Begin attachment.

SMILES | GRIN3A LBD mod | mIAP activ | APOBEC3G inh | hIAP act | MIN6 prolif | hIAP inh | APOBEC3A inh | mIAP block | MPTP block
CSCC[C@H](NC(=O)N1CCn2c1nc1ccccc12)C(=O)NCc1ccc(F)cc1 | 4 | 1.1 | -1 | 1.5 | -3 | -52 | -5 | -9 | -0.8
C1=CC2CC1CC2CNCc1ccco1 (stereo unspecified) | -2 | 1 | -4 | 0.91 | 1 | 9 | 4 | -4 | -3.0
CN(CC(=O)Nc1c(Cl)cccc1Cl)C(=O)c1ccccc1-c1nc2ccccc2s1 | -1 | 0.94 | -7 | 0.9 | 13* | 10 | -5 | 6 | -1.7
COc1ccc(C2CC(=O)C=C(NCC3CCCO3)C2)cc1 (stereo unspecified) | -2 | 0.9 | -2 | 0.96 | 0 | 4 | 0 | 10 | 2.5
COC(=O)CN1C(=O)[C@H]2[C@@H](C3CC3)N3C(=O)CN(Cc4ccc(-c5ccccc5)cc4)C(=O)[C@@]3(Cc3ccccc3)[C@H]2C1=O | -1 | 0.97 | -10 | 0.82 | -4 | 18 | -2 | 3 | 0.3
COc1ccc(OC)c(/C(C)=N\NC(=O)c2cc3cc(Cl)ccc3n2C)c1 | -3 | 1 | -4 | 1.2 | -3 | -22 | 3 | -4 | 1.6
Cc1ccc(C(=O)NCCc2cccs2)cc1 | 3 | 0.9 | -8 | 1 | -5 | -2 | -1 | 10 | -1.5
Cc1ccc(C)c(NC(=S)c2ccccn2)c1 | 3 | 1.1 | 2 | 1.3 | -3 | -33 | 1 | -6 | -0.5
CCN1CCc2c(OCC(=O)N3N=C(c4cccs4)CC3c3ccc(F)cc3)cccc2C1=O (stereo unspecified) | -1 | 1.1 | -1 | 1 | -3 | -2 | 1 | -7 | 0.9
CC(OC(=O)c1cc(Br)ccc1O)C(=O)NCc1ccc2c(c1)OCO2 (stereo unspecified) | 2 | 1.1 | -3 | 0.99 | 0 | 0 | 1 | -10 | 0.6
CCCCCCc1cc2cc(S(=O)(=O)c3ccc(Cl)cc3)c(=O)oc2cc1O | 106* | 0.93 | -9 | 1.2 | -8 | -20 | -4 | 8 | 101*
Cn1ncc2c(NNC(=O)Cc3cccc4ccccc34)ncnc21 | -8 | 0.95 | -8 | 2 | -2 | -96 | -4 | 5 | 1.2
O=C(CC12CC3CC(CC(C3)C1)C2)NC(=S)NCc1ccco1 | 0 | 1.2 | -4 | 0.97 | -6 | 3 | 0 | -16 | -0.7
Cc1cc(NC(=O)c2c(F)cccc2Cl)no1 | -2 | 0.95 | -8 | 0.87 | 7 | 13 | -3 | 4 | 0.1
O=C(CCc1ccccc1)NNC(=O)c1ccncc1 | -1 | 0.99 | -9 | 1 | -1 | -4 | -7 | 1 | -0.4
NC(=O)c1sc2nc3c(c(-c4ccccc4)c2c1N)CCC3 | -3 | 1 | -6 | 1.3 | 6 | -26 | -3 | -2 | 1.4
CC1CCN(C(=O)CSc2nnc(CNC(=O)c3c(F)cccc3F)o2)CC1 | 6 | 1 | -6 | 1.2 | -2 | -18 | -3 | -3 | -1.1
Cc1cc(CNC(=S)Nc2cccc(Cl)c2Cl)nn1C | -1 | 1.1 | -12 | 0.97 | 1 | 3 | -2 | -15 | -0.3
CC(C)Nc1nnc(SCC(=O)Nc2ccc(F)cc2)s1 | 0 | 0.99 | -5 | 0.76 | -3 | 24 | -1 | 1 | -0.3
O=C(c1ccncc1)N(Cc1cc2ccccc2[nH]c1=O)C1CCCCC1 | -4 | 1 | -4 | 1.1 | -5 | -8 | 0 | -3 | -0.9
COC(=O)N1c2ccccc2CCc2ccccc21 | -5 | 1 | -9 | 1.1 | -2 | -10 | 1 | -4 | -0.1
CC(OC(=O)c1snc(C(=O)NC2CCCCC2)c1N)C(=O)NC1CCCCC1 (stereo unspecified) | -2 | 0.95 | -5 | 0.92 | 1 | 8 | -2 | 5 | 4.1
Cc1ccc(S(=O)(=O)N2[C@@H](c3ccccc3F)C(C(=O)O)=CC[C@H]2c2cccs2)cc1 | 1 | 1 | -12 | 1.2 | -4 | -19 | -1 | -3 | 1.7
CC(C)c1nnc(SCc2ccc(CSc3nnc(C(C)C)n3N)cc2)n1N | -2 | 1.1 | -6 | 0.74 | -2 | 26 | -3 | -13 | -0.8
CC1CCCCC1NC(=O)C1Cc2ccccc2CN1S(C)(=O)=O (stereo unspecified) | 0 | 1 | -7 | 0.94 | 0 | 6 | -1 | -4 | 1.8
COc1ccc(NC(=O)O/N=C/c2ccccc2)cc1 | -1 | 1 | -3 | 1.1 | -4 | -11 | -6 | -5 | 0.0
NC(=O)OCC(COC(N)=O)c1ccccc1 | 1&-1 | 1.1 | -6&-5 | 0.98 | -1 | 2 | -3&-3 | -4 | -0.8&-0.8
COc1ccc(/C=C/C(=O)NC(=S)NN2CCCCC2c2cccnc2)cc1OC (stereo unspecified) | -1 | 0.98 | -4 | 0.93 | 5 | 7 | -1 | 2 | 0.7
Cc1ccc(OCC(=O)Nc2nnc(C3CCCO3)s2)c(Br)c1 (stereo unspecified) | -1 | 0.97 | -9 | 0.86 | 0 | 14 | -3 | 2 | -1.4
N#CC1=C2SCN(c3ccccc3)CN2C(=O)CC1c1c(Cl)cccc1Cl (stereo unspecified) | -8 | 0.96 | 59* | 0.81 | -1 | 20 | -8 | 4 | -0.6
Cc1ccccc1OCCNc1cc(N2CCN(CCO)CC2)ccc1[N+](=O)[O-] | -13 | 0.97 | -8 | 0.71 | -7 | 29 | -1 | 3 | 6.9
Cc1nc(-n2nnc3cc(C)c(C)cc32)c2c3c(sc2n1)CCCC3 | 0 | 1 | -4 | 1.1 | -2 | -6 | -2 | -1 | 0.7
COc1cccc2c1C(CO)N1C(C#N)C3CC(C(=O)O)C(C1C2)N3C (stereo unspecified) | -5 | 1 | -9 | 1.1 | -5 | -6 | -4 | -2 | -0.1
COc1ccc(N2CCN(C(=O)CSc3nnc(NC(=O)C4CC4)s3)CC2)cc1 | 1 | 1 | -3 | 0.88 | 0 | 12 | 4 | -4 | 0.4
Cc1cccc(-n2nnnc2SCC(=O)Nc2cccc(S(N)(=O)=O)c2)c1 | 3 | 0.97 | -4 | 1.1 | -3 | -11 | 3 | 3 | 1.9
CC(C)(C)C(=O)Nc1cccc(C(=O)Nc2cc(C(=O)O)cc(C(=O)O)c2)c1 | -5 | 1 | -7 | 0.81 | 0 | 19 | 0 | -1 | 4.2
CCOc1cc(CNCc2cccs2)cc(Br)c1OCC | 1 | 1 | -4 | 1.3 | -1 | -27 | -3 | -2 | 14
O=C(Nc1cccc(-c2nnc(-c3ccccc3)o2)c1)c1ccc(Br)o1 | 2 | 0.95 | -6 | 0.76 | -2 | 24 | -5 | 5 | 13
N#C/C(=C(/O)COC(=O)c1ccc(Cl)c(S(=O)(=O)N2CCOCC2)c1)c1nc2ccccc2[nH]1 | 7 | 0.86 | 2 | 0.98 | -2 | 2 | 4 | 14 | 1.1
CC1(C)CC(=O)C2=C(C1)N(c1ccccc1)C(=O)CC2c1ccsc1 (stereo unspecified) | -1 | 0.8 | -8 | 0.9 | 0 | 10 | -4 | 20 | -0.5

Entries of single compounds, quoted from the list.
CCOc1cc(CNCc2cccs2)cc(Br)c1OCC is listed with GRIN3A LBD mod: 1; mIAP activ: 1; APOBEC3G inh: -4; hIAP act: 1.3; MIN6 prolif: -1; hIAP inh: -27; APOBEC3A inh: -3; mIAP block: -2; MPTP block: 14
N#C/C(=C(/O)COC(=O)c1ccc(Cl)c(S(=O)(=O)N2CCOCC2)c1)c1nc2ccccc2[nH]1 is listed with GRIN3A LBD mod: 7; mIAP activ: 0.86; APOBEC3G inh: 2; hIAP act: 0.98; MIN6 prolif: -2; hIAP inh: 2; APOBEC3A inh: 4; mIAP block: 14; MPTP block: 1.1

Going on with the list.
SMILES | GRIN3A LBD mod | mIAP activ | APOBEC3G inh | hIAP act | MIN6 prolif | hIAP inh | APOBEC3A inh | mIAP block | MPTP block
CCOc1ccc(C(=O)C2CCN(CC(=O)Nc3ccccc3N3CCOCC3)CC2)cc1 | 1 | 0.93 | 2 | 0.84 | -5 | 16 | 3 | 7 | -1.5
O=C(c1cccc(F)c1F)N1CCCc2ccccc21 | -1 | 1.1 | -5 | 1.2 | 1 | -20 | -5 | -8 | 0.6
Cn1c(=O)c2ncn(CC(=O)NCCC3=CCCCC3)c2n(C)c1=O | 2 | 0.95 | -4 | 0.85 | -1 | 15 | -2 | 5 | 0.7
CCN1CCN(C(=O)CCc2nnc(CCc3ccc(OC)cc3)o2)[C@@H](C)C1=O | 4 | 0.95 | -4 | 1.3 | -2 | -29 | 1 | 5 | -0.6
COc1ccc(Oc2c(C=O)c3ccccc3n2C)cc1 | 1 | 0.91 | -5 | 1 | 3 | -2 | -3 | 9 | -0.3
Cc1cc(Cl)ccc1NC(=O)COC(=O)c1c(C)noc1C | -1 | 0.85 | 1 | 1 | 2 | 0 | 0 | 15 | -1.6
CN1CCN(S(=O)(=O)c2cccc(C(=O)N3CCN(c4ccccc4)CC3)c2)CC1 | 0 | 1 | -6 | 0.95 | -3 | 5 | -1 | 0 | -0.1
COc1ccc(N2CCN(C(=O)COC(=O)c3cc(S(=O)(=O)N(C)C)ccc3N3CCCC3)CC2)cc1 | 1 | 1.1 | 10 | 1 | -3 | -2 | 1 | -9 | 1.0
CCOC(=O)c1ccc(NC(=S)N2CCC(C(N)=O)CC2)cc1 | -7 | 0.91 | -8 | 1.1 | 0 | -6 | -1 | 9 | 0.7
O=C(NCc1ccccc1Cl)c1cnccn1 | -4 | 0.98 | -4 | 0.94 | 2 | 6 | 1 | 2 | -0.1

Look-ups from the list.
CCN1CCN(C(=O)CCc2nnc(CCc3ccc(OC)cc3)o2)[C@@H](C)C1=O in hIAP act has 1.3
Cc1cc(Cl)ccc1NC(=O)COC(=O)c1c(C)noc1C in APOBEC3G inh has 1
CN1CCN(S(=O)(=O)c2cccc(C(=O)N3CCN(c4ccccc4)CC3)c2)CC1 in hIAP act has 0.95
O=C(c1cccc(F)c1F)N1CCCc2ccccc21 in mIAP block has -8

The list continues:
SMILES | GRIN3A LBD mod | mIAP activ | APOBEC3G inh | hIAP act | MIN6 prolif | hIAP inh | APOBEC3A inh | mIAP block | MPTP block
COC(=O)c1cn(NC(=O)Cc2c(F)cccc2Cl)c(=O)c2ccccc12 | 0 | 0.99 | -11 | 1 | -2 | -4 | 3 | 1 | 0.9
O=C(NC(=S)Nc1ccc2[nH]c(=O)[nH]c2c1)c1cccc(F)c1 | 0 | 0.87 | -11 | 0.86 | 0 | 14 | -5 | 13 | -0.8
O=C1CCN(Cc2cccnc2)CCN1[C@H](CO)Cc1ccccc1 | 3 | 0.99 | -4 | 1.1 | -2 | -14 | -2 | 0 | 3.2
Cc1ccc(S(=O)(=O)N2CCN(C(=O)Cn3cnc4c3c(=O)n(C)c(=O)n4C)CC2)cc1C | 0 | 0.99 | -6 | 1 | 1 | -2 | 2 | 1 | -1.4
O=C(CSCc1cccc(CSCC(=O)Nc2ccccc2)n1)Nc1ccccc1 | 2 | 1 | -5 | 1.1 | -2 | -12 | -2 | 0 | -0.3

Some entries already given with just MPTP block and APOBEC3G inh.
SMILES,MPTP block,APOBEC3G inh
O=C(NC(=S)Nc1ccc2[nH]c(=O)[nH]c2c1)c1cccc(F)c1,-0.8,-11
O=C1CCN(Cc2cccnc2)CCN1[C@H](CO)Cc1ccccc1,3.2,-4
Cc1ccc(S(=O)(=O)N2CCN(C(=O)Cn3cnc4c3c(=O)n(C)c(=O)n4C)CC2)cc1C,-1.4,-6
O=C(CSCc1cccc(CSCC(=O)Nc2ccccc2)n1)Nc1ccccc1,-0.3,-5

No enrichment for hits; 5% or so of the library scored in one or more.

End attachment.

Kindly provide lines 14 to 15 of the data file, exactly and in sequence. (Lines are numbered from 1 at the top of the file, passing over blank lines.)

O=C(CC12CC3CC(CC(C3)C1)C2)NC(=S)NCc1ccco1 | 0 | 1.2 | -4 | 0.97 | -6 | 3 | 0 | -16 | -0.7
Cc1cc(NC(=O)c2c(F)cccc2Cl)no1 | -2 | 0.95 | -8 | 0.87 | 7 | 13 | -3 | 4 | 0.1